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Brugia malayi

Brugia malayi

B. malayi, blood smear, Giemsa stain.
Scientific classification
Kingdom: Animalia
Phylum: Nematoda
Class: Secernentea
Order: Spirurida
Family: Filariidae
Genus: Brugia
Species: B. malayi
Binomial name
Brugia malayi
Brug 1927

Brugia malayi is a filarial roundworm which causes filariasis in humans.[1] Identified by Lichtenstein and named by Brug in 1927 as distinct from Wuchereria bancrofti, they called it Filaria malayi. In 1958 the separate genus Brugia was proposed by Buckley, and Filaria malayi became known as Brugia malayi.

B. malayi is limited to tropical regions of Asia.


Life cycle

  Infective larvae are transmitted by infected biting arthropods during a blood meal. The larvae migrate to the appropriate site of the host's body, where they develop into microfilariae-producing adults. The adults dwell in various human tissues where they can live for several years. The agents of lymphatic filariasis reside in lymphatic vessels and lymph nodes. B. malayi dwells particularly in the lymphatics, as with Wuchereria bancrofti. The female worms produce microfilariae which circulate in the blood.

The microfilariae infect mosquitoes. Inside the mosquito, the microfilariae develop in 1 to 2 weeks into infective filariform (third-stage) larvae. During a subsequent blood meal by the insect, the larvae infect the vertebrate host. They migrate to the lymphatics, where they develop into adults, a slow process that can require up to 18 months.

Recently B. malayi was found to contain an endosymbiotic bacterium, Wolbachia, in all life stages.[2] The genome sequence of this bacterium was determined at New England Biolabs. Experimental results indicate that the Wolbachia can be killed by treatment of the human host with doxycycline. Nematodes cured of the Wolbachia are sterile and have increased morbidity.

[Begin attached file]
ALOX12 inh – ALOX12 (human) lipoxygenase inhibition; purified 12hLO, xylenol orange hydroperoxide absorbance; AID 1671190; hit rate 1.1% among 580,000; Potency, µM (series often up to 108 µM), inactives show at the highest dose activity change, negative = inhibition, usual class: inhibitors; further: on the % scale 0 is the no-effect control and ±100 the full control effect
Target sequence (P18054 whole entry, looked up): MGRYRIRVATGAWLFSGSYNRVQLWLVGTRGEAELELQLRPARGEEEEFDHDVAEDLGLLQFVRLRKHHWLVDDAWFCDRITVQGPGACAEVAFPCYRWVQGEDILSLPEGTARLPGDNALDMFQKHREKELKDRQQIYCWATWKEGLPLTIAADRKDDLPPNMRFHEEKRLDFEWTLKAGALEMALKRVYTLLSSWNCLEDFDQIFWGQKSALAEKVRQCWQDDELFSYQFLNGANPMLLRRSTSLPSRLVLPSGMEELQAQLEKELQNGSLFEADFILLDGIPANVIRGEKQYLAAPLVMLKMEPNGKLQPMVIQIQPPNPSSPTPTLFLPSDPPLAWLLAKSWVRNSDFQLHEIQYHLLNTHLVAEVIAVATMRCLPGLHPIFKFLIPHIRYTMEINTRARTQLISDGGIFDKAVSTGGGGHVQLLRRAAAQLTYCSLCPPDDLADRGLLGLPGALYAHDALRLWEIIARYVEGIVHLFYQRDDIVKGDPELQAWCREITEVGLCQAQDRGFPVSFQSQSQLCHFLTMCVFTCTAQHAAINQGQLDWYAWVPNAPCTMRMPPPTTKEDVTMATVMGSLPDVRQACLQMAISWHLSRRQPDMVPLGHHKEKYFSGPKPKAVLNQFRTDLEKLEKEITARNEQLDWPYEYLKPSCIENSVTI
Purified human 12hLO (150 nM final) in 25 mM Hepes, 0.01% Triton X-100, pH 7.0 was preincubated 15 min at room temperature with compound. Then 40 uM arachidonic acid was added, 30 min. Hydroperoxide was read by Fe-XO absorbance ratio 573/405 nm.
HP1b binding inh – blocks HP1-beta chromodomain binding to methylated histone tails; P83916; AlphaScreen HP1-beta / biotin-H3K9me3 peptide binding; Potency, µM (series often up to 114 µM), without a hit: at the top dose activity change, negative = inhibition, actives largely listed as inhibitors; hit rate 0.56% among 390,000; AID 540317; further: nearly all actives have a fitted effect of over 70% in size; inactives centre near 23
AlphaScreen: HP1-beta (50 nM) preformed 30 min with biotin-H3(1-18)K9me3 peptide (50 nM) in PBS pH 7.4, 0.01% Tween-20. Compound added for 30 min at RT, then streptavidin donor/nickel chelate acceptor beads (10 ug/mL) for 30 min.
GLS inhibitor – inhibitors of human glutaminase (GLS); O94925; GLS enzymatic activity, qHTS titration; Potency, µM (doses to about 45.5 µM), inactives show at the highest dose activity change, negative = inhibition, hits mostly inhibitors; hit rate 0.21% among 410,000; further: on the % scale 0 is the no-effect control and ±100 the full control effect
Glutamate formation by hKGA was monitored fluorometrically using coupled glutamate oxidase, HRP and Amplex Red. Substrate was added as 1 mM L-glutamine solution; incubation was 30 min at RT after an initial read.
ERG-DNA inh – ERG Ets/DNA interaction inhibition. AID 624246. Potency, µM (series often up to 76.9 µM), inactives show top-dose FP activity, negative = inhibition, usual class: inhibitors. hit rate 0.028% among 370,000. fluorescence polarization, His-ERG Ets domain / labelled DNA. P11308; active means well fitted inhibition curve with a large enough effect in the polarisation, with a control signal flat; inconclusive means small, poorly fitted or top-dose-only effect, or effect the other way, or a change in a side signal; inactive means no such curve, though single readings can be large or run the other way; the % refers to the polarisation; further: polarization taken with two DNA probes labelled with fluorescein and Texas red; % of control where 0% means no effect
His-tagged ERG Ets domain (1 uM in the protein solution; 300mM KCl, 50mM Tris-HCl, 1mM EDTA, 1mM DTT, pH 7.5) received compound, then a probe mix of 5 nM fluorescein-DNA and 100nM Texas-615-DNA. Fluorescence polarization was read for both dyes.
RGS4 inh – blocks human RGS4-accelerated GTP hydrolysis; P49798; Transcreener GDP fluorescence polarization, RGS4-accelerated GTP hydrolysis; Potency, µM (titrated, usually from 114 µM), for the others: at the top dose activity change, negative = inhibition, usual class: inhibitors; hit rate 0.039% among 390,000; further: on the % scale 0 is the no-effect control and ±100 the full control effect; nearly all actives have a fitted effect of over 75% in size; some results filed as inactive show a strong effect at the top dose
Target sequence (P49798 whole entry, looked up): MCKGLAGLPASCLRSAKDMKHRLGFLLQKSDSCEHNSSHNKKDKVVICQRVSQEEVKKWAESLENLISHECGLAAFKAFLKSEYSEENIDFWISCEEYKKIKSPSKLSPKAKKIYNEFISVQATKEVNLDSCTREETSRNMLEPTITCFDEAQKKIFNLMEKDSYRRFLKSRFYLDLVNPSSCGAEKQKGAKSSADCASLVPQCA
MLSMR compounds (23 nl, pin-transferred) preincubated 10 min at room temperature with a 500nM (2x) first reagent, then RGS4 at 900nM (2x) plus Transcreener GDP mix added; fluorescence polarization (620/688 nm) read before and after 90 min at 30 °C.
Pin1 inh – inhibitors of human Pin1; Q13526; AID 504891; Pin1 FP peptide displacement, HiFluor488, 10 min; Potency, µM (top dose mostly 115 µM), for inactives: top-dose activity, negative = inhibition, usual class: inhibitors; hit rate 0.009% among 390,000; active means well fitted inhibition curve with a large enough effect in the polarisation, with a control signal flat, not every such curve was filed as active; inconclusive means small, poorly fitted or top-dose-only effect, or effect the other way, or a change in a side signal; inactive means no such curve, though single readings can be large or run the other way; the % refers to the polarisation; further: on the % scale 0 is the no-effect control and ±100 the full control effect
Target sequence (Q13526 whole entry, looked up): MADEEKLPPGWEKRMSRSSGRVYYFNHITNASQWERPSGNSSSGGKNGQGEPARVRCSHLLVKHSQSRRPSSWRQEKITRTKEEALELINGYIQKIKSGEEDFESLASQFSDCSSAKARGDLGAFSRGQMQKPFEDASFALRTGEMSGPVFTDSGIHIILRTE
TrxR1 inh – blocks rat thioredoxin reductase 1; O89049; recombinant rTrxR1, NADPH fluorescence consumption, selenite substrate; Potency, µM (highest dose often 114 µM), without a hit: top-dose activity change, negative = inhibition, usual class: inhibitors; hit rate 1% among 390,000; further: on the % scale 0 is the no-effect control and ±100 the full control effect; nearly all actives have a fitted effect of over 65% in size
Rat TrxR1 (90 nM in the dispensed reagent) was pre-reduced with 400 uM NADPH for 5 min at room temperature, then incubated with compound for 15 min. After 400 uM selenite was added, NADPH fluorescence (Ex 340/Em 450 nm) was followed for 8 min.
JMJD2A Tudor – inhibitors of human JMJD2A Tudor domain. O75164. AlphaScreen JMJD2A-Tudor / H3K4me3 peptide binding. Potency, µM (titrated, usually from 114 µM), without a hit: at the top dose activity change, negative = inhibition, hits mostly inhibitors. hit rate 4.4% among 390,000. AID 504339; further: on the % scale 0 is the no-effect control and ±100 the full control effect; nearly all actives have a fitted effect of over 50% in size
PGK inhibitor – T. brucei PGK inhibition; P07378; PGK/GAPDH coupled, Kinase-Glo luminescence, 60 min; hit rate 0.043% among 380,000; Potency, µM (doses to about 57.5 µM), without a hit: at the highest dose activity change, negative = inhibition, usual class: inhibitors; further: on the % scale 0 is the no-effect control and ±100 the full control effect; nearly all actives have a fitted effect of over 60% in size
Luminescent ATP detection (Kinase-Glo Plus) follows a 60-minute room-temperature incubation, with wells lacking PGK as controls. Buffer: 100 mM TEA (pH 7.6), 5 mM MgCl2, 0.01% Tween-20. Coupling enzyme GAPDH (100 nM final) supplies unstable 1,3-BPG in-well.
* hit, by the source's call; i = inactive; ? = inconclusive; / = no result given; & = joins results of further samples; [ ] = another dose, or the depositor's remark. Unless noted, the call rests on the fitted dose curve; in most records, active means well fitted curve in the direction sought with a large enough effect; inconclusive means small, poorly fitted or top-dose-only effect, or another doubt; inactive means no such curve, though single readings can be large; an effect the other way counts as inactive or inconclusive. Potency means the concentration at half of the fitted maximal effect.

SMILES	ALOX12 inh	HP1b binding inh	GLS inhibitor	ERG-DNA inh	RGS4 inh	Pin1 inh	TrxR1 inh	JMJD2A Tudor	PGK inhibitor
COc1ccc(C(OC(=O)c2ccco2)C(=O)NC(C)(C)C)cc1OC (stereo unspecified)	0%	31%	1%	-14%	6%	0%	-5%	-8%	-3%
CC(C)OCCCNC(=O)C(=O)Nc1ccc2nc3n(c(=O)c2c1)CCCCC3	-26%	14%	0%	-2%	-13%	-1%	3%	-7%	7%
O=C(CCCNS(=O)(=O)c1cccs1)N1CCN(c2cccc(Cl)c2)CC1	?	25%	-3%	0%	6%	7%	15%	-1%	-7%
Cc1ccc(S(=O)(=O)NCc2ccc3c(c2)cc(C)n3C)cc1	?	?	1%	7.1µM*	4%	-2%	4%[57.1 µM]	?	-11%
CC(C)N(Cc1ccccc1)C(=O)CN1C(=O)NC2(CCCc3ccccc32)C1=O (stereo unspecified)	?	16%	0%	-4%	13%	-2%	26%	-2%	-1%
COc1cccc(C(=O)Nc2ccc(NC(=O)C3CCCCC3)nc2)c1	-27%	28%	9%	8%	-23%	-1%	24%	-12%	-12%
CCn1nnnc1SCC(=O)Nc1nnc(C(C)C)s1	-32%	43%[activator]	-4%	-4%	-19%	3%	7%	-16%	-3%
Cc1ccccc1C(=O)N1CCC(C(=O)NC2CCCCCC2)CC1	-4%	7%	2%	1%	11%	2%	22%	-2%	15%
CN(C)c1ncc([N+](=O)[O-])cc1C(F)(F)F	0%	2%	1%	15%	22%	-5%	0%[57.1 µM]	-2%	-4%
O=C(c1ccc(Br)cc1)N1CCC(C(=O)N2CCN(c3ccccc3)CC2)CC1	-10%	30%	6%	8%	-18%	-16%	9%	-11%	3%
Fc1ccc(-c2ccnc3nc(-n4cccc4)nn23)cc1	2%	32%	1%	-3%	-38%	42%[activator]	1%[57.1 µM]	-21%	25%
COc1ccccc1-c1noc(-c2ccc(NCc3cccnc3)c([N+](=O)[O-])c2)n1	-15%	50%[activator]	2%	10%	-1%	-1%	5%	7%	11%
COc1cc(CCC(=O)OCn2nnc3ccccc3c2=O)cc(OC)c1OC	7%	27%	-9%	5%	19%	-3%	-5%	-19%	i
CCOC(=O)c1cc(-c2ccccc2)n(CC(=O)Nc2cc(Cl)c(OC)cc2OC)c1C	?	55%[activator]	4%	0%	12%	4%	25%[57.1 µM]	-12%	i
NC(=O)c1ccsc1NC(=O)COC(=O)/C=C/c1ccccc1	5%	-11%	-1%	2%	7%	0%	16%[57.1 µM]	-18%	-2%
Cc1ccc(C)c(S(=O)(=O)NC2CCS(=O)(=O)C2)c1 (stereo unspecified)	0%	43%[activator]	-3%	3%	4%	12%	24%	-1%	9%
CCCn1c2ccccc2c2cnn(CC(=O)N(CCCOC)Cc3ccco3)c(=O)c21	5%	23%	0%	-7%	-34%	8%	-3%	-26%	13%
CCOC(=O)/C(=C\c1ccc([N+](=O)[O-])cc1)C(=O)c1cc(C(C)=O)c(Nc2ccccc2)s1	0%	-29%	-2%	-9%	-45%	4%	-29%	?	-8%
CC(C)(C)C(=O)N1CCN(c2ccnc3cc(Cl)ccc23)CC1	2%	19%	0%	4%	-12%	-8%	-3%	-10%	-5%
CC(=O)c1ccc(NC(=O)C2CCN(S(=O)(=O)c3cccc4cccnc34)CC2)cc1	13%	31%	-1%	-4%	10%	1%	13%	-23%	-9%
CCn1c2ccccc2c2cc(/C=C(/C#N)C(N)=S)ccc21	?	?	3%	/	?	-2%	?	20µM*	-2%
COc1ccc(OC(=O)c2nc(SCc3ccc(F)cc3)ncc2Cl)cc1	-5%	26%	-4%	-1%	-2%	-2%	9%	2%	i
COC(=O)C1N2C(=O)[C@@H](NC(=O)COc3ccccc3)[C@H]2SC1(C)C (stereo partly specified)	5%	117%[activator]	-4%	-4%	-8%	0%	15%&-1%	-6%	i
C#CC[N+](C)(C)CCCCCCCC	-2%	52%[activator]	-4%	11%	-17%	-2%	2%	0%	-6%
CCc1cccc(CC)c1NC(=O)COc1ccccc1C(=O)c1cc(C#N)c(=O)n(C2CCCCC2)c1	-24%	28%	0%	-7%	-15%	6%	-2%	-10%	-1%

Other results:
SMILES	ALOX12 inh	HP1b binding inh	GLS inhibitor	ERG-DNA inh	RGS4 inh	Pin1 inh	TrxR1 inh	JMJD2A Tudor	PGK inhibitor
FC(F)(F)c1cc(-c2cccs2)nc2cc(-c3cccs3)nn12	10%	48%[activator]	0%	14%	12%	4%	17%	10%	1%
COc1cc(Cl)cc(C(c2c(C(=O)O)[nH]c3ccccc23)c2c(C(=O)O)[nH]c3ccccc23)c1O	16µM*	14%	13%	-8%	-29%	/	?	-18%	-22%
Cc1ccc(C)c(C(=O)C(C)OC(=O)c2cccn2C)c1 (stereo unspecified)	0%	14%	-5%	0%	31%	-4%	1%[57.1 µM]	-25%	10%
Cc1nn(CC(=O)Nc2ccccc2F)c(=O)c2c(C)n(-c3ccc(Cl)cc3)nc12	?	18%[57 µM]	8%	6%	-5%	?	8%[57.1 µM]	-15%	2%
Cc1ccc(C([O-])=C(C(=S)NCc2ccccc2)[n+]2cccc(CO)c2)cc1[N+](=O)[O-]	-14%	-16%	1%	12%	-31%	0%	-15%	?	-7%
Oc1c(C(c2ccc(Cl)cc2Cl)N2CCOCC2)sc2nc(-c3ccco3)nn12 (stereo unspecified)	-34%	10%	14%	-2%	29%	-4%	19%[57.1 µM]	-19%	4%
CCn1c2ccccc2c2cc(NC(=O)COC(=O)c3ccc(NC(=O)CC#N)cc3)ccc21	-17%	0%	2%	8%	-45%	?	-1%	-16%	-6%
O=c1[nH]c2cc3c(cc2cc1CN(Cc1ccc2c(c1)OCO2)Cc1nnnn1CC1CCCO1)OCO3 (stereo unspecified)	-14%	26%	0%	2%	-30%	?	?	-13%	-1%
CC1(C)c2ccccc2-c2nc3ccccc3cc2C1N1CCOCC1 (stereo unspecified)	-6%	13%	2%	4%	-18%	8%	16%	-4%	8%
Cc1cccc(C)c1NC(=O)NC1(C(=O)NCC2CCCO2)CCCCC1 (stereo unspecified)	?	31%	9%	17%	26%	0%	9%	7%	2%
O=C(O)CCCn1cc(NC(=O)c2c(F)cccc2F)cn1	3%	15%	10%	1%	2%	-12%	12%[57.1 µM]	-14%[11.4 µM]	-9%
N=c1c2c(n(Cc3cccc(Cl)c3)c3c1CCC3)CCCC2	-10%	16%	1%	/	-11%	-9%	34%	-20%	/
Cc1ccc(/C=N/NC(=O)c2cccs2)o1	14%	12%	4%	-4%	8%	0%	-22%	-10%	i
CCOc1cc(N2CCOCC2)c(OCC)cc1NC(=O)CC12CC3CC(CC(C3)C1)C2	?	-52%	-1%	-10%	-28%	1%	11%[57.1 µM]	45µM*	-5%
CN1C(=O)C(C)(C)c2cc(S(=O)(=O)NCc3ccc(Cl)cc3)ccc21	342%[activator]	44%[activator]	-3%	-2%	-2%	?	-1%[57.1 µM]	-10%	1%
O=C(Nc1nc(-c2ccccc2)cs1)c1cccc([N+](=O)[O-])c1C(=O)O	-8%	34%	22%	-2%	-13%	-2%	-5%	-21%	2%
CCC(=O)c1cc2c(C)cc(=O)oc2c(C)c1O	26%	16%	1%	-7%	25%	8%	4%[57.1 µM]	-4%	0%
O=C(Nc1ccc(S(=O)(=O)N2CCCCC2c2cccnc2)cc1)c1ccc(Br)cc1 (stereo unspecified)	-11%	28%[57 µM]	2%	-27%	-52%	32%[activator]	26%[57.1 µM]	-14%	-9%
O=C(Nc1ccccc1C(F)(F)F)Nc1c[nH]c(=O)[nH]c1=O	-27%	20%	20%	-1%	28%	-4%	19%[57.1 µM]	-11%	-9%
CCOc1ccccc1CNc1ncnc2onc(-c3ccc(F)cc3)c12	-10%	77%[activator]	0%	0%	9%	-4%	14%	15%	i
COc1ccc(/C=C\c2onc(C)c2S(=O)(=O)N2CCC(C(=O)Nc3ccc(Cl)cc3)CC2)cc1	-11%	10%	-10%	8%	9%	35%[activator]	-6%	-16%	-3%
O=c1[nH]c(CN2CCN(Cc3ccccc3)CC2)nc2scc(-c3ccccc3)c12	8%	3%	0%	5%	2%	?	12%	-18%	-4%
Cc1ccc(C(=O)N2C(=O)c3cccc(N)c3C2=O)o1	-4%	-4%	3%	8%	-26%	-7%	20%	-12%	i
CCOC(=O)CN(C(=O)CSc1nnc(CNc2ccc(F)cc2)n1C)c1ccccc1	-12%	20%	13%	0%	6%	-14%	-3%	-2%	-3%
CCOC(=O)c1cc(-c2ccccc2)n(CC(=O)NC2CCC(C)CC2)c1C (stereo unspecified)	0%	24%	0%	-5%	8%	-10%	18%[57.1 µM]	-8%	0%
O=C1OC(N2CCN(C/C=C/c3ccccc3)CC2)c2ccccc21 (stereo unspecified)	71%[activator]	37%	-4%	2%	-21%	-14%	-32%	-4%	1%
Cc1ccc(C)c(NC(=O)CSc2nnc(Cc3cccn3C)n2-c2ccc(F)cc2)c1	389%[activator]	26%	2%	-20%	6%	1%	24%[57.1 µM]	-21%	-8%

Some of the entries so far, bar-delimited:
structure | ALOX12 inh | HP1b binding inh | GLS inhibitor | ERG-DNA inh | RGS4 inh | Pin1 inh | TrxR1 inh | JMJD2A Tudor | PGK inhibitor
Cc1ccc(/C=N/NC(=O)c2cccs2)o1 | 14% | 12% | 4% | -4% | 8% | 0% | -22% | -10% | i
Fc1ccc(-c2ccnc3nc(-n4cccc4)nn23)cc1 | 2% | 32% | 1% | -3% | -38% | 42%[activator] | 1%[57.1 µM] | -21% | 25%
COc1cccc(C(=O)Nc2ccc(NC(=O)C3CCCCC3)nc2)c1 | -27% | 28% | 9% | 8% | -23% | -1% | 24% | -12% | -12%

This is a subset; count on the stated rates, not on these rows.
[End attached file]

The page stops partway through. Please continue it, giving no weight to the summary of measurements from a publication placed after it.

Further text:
Laboratory diagnosis

Identification of microfilariae by microscopic examination is the most practical diagnostic procedure.

Examination of blood samples will allow identification of microfilariae of Brugia malayi. It is important to time the blood collection with the known periodicity of the microfilariae. The blood sample can be a thick smear, stained with Giemsa or hematoxylin and eosin. For increased sensitivity, concentration techniques can be used. These include centrifugation of the blood sample lyzed in 2% formalin (Knott's technique), or filtration through a Nucleopore membrane.

Antigen detection using an immunoassay for circulating filarial antigens constitutes a useful diagnostic approach, because microfilaremia can be low and variable. Molecular diagnosis using polymerase chain reaction is also possible.

Identification of adult worms is possible from tissue samples collected during nodulectomies (onchocerciasis), or during subcutaneous biopsies or worm removal from the eye (loiasis).

Genome deciphered

On September 20, 2007, scientists mapped the genome of Brugia malayi. Figuring out the genes of this organism might lead to development of new drugs and vaccines.[3]


  1. ^ Cross JH (1996). Filarial Nematodes. In: Baron's Medical Microbiology (Baron S et al, eds.), 4th ed., Univ of Texas Medical Branch. (via NCBI Bookshelf) ISBN 0-9631172-1-1. 
  2. ^ Taylor MJ (2002). "A new insight into the pathogenesis of filarial disease". Curr Mol Med 2 (3): 299-302. PubMed.
  3. ^ Reuters, Genome deciphered for elephantiasis-causing worm
  • The article is based on the public domain (U.S. Government website) source US Dept. of Health and Human Services / Center for Disease Control: Filariasis
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This article is licensed under the GNU Free Documentation License. It uses material from the Wikipedia article "Brugia_malayi". A list of authors is available in Wikipedia.
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